On the limits of material grain size reduction – Small is not always beautiful

Significance 

A major challenge in Mechanical Engineering is the development of high-performance structural materials with superior mechanical properties. High strength is highly desirable, since it enables elegant light-weight design, conserves natural resources and may even save costs. High ductility and high toughness are just as desirable, since they allow plastic forming operations, and they extremely improve mechanical safety of components. Unfortunately, it is difficult to obtain both high strength and high toughness simultaneously. When the focus is on high strength, in most cases a reduction in toughness must be accepted, and vice-versa.

One of the few methods to achieve both high strength and high toughness at the same time is grain size reduction. It is not surprising, that the grain size has been reduced more and more, leading to the fine-grained, ultrafine-grained and nanocrystalline materials. However, below certain grain sizes (typically around 1 µm), the plastic deformation behavior of some metallic materials may change dramatically during tensile straining. Immediately after first yielding, plastic deformation concentrates in a localized region, leading to a neck there and final fracture. The rest of the specimen stays in the elastic state; uniform plastic deformation no longer occurs. This is the knock-out criterion for most tensile forming operations, and the mechanical safety of components made from these materials is very low. Although the complete loss of uniform plastic deformation has been observed long ago, no profound explanation has yet been given.

Recently, Professor Rainer Schwab at the University of Applied Sciences from the Faculty of Mechanical Engineering and Mechatronics in Karlsruhe/Germany examined the complete loss of uniform plastic deformation in structural materials. By combining experimental evidence, micro- and macrostructural considerations, a new analytical model, and extensive finite element simulations, he can consistently explain this form of plastic instability. The research work is currently published in International Journal of Plasticity.

Starting with a survey of experimental evidence, the author clearly finds that the yield point phenomenon is the common cause for the loss of uniform plastic deformation. In the next step he uses his recently published new model of the yield point phenomenon, showing that the lower yield strength is not an inherent material property, but a function of a real upper yield strength, a real lower yield strength and a real flow curve. Further on, a novel empirical strain hardening law combined with experimental evidence and micromechanical considerations serves as a basis to set up an analytical macromechanical model. Finally, he uses the macromechanical model data as input data for extensive finite element calculations.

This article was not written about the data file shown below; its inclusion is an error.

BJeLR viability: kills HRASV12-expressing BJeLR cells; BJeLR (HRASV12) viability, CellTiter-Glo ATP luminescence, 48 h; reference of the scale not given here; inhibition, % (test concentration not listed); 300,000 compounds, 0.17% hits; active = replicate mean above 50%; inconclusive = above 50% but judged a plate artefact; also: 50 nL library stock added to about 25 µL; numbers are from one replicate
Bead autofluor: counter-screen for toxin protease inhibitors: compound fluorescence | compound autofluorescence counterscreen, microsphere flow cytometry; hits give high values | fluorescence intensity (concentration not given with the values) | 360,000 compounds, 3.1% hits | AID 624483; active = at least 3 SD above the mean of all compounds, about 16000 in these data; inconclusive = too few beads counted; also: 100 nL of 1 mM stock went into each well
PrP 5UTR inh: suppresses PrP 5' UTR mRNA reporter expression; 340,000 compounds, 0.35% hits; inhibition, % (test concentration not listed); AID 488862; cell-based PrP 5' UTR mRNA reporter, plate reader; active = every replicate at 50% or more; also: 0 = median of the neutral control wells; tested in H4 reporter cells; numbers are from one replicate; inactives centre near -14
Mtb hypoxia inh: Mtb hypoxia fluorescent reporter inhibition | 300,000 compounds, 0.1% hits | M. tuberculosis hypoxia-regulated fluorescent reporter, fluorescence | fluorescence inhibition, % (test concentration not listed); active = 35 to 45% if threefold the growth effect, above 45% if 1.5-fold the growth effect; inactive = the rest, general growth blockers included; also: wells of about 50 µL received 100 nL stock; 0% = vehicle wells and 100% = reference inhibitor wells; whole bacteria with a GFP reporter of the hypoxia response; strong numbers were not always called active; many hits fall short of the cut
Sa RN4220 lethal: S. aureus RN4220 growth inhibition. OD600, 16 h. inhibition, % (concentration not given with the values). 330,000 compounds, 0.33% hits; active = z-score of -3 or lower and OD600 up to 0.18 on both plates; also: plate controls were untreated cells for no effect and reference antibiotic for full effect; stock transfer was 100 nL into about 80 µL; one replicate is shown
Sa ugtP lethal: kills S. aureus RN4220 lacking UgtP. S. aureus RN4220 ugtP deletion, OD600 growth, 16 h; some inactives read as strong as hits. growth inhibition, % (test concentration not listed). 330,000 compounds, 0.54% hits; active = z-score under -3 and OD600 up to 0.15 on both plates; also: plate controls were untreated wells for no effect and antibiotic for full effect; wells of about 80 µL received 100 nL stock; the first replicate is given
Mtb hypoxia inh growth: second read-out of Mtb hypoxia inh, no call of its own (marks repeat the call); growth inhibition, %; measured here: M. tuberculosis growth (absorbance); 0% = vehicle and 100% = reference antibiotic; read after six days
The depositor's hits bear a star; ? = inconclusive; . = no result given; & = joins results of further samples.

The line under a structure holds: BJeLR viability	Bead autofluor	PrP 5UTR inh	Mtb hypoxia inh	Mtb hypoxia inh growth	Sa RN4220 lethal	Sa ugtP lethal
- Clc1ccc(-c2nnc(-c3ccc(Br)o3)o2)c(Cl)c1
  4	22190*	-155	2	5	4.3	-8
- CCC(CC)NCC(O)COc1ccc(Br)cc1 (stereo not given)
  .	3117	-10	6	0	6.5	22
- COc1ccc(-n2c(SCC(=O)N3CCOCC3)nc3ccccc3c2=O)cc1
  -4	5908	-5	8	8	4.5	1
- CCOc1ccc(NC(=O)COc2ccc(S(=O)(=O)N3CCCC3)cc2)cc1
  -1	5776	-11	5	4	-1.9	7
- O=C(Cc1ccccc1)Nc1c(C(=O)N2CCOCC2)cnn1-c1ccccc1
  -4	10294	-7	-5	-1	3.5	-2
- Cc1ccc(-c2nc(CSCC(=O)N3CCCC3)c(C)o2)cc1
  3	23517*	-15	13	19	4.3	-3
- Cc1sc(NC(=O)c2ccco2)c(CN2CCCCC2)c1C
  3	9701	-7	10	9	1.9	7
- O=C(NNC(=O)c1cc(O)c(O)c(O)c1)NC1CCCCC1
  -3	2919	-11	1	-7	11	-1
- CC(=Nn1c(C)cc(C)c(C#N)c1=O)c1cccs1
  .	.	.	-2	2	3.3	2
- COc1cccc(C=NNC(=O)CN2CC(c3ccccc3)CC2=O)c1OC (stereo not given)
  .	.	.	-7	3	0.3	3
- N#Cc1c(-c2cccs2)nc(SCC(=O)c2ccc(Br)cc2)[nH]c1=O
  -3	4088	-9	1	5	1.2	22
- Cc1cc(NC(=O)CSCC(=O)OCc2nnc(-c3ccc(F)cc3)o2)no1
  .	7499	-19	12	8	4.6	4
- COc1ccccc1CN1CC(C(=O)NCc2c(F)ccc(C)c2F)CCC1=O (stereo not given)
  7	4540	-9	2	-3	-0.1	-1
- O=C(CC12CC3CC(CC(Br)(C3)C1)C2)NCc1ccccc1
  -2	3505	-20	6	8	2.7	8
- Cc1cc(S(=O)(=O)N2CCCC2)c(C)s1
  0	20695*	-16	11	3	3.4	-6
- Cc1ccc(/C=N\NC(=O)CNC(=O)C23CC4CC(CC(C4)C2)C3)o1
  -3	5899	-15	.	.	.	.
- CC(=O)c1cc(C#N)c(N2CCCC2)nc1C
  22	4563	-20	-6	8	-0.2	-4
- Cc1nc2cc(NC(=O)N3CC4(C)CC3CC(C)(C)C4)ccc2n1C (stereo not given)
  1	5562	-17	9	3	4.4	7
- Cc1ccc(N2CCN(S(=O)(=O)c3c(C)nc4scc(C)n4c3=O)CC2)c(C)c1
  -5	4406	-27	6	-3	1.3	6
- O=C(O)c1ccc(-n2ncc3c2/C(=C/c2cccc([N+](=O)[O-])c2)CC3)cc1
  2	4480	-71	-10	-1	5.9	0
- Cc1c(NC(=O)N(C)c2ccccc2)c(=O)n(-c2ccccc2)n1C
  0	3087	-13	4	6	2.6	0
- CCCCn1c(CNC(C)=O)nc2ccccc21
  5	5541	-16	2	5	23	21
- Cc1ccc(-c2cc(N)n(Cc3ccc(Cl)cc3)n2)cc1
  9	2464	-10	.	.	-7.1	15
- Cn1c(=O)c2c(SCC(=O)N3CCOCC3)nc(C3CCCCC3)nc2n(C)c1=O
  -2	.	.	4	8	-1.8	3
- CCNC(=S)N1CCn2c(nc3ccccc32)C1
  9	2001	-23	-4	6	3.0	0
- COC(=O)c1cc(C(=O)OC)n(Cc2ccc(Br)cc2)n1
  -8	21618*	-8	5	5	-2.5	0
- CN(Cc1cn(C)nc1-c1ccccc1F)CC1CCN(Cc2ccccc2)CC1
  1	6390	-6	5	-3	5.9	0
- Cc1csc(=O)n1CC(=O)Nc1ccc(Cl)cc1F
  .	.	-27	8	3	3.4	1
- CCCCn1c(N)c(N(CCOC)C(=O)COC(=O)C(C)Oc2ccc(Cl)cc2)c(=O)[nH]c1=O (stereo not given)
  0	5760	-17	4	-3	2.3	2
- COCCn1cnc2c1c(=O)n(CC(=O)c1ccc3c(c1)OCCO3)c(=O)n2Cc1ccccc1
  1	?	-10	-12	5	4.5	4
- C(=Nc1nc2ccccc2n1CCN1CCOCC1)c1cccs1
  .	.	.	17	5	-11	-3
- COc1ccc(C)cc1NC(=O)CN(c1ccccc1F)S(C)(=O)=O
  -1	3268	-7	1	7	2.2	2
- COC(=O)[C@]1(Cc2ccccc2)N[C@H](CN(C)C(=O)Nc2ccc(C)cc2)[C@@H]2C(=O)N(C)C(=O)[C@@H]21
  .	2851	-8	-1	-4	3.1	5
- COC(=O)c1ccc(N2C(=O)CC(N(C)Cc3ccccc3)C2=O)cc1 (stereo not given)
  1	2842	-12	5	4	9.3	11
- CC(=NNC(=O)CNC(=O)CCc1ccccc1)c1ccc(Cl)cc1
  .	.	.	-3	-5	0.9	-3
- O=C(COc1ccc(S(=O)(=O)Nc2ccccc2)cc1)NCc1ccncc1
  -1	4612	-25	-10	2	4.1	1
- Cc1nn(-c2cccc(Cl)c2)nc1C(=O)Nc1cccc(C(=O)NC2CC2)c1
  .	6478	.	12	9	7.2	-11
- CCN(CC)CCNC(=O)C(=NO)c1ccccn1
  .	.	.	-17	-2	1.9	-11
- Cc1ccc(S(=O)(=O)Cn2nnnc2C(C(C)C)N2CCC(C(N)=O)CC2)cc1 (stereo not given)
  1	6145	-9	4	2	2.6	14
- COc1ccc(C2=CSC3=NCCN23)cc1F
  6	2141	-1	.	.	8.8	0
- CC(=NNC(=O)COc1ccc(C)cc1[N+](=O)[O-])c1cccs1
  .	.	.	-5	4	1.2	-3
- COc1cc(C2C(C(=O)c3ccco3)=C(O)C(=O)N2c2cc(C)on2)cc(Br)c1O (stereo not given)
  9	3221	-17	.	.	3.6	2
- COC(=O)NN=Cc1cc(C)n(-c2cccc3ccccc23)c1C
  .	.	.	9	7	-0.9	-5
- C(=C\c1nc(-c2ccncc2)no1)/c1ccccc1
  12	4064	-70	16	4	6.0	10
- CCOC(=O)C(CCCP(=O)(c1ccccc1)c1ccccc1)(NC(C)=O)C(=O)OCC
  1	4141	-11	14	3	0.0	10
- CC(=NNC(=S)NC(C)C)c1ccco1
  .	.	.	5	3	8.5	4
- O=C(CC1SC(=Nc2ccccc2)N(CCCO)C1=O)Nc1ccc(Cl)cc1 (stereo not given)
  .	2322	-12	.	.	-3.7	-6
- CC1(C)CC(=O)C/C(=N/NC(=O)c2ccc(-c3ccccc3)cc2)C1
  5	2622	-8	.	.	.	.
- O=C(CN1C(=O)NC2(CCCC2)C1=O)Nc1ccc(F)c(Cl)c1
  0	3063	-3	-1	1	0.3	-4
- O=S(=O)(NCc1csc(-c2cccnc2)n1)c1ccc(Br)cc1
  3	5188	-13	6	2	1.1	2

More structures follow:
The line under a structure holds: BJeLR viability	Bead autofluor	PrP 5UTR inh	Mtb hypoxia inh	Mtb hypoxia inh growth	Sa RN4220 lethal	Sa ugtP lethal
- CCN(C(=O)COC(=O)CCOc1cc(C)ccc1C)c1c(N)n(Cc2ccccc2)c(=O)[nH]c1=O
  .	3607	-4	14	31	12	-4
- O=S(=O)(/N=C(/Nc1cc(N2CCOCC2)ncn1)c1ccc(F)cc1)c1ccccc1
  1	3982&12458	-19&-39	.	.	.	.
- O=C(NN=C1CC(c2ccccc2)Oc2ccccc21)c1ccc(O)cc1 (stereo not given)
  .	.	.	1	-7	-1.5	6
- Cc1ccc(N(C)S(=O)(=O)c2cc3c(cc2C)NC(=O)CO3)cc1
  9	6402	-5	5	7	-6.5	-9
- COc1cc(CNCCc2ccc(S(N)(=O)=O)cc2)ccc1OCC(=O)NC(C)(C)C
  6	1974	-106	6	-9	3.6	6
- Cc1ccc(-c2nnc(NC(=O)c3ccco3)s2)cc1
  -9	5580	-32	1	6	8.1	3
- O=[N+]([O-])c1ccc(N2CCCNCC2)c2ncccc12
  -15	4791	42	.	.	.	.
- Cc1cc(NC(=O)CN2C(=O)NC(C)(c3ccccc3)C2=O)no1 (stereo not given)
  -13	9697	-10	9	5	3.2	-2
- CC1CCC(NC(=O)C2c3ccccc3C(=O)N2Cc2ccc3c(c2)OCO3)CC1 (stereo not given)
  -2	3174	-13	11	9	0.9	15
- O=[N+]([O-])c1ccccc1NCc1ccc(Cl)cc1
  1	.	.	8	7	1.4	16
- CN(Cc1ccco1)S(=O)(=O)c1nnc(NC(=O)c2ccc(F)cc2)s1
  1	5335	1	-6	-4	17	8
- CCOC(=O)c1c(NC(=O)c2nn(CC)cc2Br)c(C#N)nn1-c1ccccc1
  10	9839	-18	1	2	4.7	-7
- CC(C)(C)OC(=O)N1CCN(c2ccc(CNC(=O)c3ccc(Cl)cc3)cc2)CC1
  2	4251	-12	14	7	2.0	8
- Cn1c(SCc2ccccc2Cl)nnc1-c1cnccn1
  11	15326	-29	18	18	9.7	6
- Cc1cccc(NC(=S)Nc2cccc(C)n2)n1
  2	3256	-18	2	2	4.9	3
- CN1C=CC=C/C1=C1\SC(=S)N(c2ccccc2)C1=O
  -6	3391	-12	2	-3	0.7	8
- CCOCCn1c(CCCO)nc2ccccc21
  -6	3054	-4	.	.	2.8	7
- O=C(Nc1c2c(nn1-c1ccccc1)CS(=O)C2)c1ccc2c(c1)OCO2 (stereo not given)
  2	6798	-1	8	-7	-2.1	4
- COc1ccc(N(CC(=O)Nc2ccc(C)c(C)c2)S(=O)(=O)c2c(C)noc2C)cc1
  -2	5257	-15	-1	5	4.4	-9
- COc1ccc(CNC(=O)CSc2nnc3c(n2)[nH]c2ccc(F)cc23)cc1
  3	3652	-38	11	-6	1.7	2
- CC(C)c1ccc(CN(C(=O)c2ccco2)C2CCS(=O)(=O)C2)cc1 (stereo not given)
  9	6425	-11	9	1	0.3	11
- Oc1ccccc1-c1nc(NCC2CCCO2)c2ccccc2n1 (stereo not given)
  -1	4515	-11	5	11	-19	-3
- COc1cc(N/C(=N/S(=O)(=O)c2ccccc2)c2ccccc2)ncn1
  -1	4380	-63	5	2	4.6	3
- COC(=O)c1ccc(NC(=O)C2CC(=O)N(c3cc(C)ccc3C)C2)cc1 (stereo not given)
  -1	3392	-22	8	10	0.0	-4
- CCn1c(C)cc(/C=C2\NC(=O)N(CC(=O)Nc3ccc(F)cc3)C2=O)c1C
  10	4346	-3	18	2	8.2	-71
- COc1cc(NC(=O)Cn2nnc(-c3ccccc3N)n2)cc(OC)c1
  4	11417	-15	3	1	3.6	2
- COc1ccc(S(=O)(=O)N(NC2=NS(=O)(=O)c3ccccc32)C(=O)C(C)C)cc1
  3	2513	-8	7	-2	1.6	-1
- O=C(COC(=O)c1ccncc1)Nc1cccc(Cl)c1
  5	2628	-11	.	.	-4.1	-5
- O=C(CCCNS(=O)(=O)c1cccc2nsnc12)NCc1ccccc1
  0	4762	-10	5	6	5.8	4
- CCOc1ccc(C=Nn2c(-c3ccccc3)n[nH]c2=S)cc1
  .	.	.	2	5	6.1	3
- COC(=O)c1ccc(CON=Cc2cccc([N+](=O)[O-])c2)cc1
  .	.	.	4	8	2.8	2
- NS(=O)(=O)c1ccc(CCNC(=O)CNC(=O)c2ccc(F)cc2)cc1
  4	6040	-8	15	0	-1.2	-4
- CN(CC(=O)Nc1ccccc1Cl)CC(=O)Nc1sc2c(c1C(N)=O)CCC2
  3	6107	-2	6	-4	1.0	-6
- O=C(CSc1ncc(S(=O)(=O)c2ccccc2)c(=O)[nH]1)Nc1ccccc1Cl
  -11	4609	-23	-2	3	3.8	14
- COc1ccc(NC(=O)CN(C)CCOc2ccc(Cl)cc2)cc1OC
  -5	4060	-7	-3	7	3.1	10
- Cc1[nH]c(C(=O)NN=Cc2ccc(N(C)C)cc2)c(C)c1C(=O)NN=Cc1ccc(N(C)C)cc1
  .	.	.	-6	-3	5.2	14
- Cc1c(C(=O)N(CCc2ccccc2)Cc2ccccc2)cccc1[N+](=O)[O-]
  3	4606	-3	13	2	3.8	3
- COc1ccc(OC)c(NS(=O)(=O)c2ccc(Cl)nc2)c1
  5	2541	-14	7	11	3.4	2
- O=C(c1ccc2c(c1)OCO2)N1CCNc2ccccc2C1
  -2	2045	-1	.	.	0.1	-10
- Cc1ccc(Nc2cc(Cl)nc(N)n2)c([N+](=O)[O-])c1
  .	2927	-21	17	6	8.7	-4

Professor Schwab points out, that, “when lowering the grain size, the real upper yield strength increases more than the observed lower yield strength. This leads to a point, where the observed lower yield strength exceeds the tensile strength. Then the material becomes plastically instable in tensile straining, and loses its ability to deform uniformly. It is fascinating for me to see, that experiments, macro- and micromechanical considerations, analytical calculations and finite element simulations fit together well and confirm the model”.

In summary, the research work of Professor Schwab successfully presents a fundamental understanding of the complete loss of uniform plastic deformation in structural materials. The study provides vital information that will not only advance future research work but also the design and development of various high-performance materials for numerous applications.

On the limits of material grain size reduction - Small is not always beautiful - Advances in Engineering

About the author

Rainer Schwab is a full professor of materials science and engineering at Karlsruhe University of Applied Sciences in Germany. He studied Physical Metallurgy at the University of Stuttgart/Germany and Birmingham University/UK from 1972 to 1978. In the following nine years at the Materials Testing Institute at the University of Stuttgart he focused his research in the area of resistance welding and gained his PhD in 1984. After his appointment as a professor in Karlsruhe in 1987, his research interests in the beginning concentrated on teaching methods. He won several awards in this area.

His easily understandable educational videos on YouTube in the area of materials testing and two introductory books in materials science and engineering are well-known among the students. During the past 10 years, the plastic deformation behavior of materials with yield point phenomenon has dominated his research activities.

Email: [email protected]

Reference

Schwab, R. (2019). Understanding the complete loss of uniform plastic deformation of some ultrafine-grained metallic materials in tensile strainingInternational Journal of Plasticity113, 218-235.

Go To International Journal of Plasticity

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